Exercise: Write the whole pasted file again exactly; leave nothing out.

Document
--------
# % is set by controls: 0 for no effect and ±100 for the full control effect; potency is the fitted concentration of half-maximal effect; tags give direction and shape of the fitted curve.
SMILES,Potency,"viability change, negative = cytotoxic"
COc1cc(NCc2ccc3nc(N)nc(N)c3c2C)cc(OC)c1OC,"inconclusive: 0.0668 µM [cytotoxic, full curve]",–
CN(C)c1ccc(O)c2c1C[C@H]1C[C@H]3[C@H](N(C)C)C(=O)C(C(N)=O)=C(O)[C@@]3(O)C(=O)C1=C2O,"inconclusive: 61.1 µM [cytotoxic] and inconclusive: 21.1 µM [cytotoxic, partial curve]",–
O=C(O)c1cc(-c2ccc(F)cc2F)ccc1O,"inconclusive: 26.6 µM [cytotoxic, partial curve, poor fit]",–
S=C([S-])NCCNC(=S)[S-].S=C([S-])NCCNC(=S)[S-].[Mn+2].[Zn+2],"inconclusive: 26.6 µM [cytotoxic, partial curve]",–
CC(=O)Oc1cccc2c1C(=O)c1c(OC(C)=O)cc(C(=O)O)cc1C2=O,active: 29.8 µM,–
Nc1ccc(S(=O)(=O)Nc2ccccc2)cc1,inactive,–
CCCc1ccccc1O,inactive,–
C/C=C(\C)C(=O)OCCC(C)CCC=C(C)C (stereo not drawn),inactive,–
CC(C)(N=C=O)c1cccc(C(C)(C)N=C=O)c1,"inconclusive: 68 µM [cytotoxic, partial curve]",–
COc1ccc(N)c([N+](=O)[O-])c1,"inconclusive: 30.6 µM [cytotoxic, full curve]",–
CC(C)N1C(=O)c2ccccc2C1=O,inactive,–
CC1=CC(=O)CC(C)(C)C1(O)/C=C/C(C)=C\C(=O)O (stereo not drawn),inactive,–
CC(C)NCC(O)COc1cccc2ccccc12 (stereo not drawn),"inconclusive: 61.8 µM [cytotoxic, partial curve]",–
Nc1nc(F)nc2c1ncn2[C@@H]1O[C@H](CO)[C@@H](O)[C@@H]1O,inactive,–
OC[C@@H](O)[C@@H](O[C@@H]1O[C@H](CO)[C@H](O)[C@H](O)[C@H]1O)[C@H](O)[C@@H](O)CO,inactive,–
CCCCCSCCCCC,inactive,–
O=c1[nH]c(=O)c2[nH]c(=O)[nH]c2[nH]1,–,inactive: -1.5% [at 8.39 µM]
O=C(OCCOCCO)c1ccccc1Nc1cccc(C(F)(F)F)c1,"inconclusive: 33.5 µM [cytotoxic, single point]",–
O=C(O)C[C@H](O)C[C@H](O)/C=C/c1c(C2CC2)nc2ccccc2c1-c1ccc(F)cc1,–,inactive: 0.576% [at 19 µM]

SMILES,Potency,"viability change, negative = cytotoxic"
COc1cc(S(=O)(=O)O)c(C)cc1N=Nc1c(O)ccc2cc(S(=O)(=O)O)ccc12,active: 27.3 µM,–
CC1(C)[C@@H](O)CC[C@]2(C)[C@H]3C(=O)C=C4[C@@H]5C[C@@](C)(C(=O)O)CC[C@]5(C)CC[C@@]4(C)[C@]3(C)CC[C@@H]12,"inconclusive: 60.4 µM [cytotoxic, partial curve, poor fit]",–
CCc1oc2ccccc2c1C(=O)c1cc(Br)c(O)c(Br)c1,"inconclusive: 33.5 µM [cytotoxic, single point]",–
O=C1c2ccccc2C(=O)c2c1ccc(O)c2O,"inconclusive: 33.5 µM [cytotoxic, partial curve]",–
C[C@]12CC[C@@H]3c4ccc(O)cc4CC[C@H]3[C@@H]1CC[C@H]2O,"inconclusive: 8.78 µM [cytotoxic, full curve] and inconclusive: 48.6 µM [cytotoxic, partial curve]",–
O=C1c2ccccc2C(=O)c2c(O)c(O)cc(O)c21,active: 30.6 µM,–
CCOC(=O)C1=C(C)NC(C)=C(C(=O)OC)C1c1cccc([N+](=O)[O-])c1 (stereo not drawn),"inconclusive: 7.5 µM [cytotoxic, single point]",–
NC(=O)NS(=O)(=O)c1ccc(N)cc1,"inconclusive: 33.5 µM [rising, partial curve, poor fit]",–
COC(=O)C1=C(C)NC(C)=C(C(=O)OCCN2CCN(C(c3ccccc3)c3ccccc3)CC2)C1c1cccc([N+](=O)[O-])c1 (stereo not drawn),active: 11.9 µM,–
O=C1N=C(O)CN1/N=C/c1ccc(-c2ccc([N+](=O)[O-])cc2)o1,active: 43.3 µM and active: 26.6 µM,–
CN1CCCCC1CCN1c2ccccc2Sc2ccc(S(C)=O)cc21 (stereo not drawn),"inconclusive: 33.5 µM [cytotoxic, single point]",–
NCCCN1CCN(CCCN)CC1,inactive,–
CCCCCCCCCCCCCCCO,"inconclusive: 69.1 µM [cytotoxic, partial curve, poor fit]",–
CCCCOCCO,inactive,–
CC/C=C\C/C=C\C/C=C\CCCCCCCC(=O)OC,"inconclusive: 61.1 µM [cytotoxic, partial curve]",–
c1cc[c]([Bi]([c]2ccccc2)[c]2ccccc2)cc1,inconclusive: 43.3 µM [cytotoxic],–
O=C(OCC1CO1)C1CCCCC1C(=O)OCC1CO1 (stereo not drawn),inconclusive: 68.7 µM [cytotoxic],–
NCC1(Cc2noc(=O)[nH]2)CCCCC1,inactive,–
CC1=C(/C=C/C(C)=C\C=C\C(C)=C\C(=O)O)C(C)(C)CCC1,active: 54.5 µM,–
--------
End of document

# % is set by controls: 0 for no effect and ±100 for the full control effect; potency is the fitted concentration of half-maximal effect; tags give direction and shape of the fitted curve.
SMILES,Potency,"viability change, negative = cytotoxic"
COc1cc(NCc2ccc3nc(N)nc(N)c3c2C)cc(OC)c1OC,"inconclusive: 0.0668 µM [cytotoxic, full curve]",–
CN(C)c1ccc(O)c2c1C[C@H]1C[C@H]3[C@H](N(C)C)C(=O)C(C(N)=O)=C(O)[C@@]3(O)C(=O)C1=C2O,"inconclusive: 61.1 µM [cytotoxic] and inconclusive: 21.1 µM [cytotoxic, partial curve]",–
O=C(O)c1cc(-c2ccc(F)cc2F)ccc1O,"inconclusive: 26.6 µM [cytotoxic, partial curve, poor fit]",–
S=C([S-])NCCNC(=S)[S-].S=C([S-])NCCNC(=S)[S-].[Mn+2].[Zn+2],"inconclusive: 26.6 µM [cytotoxic, partial curve]",–
CC(=O)Oc1cccc2c1C(=O)c1c(OC(C)=O)cc(C(=O)O)cc1C2=O,active: 29.8 µM,–
Nc1ccc(S(=O)(=O)Nc2ccccc2)cc1,inactive,–
CCCc1ccccc1O,inactive,–
C/C=C(\C)C(=O)OCCC(C)CCC=C(C)C (stereo not drawn),inactive,–
CC(C)(N=C=O)c1cccc(C(C)(C)N=C=O)c1,"inconclusive: 68 µM [cytotoxic, partial curve]",–
COc1ccc(N)c([N+](=O)[O-])c1,"inconclusive: 30.6 µM [cytotoxic, full curve]",–
CC(C)N1C(=O)c2ccccc2C1=O,inactive,–
CC1=CC(=O)CC(C)(C)C1(O)/C=C/C(C)=C\C(=O)O (stereo not drawn),inactive,–
CC(C)NCC(O)COc1cccc2ccccc12 (stereo not drawn),"inconclusive: 61.8 µM [cytotoxic, partial curve]",–
Nc1nc(F)nc2c1ncn2[C@@H]1O[C@H](CO)[C@@H](O)[C@@H]1O,inactive,–
OC[C@@H](O)[C@@H](O[C@@H]1O[C@H](CO)[C@H](O)[C@H](O)[C@H]1O)[C@H](O)[C@@H](O)CO,inactive,–
CCCCCSCCCCC,inactive,–
O=c1[nH]c(=O)c2[nH]c(=O)[nH]c2[nH]1,–,inactive: -1.5% [at 8.39 µM]
O=C(OCCOCCO)c1ccccc1Nc1cccc(C(F)(F)F)c1,"inconclusive: 33.5 µM [cytotoxic, single point]",–
O=C(O)C[C@H](O)C[C@H](O)/C=C/c1c(C2CC2)nc2ccccc2c1-c1ccc(F)cc1,–,inactive: 0.576% [at 19 µM]

SMILES,Potency,"viability change, negative = cytotoxic"
COc1cc(S(=O)(=O)O)c(C)cc1N=Nc1c(O)ccc2cc(S(=O)(=O)O)ccc12,active: 27.3 µM,–
CC1(C)[C@@H](O)CC[C@]2(C)[C@H]3C(=O)C=C4[C@@H]5C[C@@](C)(C(=O)O)CC[C@]5(C)CC[C@@]4(C)[C@]3(C)CC[C@@H]12,"inconclusive: 60.4 µM [cytotoxic, partial curve, poor fit]",–
CCc1oc2ccccc2c1C(=O)c1cc(Br)c(O)c(Br)c1,"inconclusive: 33.5 µM [cytotoxic, single point]",–
O=C1c2ccccc2C(=O)c2c1ccc(O)c2O,"inconclusive: 33.5 µM [cytotoxic, partial curve]",–
C[C@]12CC[C@@H]3c4ccc(O)cc4CC[C@H]3[C@@H]1CC[C@H]2O,"inconclusive: 8.78 µM [cytotoxic, full curve] and inconclusive: 48.6 µM [cytotoxic, partial curve]",–
O=C1c2ccccc2C(=O)c2c(O)c(O)cc(O)c21,active: 30.6 µM,–
CCOC(=O)C1=C(C)NC(C)=C(C(=O)OC)C1c1cccc([N+](=O)[O-])c1 (stereo not drawn),"inconclusive: 7.5 µM [cytotoxic, single point]",–
NC(=O)NS(=O)(=O)c1ccc(N)cc1,"inconclusive: 33.5 µM [rising, partial curve, poor fit]",–
COC(=O)C1=C(C)NC(C)=C(C(=O)OCCN2CCN(C(c3ccccc3)c3ccccc3)CC2)C1c1cccc([N+](=O)[O-])c1 (stereo not drawn),active: 11.9 µM,–
O=C1N=C(O)CN1/N=C/c1ccc(-c2ccc([N+](=O)[O-])cc2)o1,active: 43.3 µM and active: 26.6 µM,–
CN1CCCCC1CCN1c2ccccc2Sc2ccc(S(C)=O)cc21 (stereo not drawn),"inconclusive: 33.5 µM [cytotoxic, single point]",–
NCCCN1CCN(CCCN)CC1,inactive,–
CCCCCCCCCCCCCCCO,"inconclusive: 69.1 µM [cytotoxic, partial curve, poor fit]",–
CCCCOCCO,inactive,–
CC/C=C\C/C=C\C/C=C\CCCCCCCC(=O)OC,"inconclusive: 61.1 µM [cytotoxic, partial curve]",–
c1cc[c]([Bi]([c]2ccccc2)[c]2ccccc2)cc1,inconclusive: 43.3 µM [cytotoxic],–
O=C(OCC1CO1)C1CCCCC1C(=O)OCC1CO1 (stereo not drawn),inconclusive: 68.7 µM [cytotoxic],–
NCC1(Cc2noc(=O)[nH]2)CCCCC1,inactive,–
CC1=C(/C=C/C(C)=C\C=C\C(C)=C\C(=O)O)C(C)(C)CCC1,active: 54.5 µM,–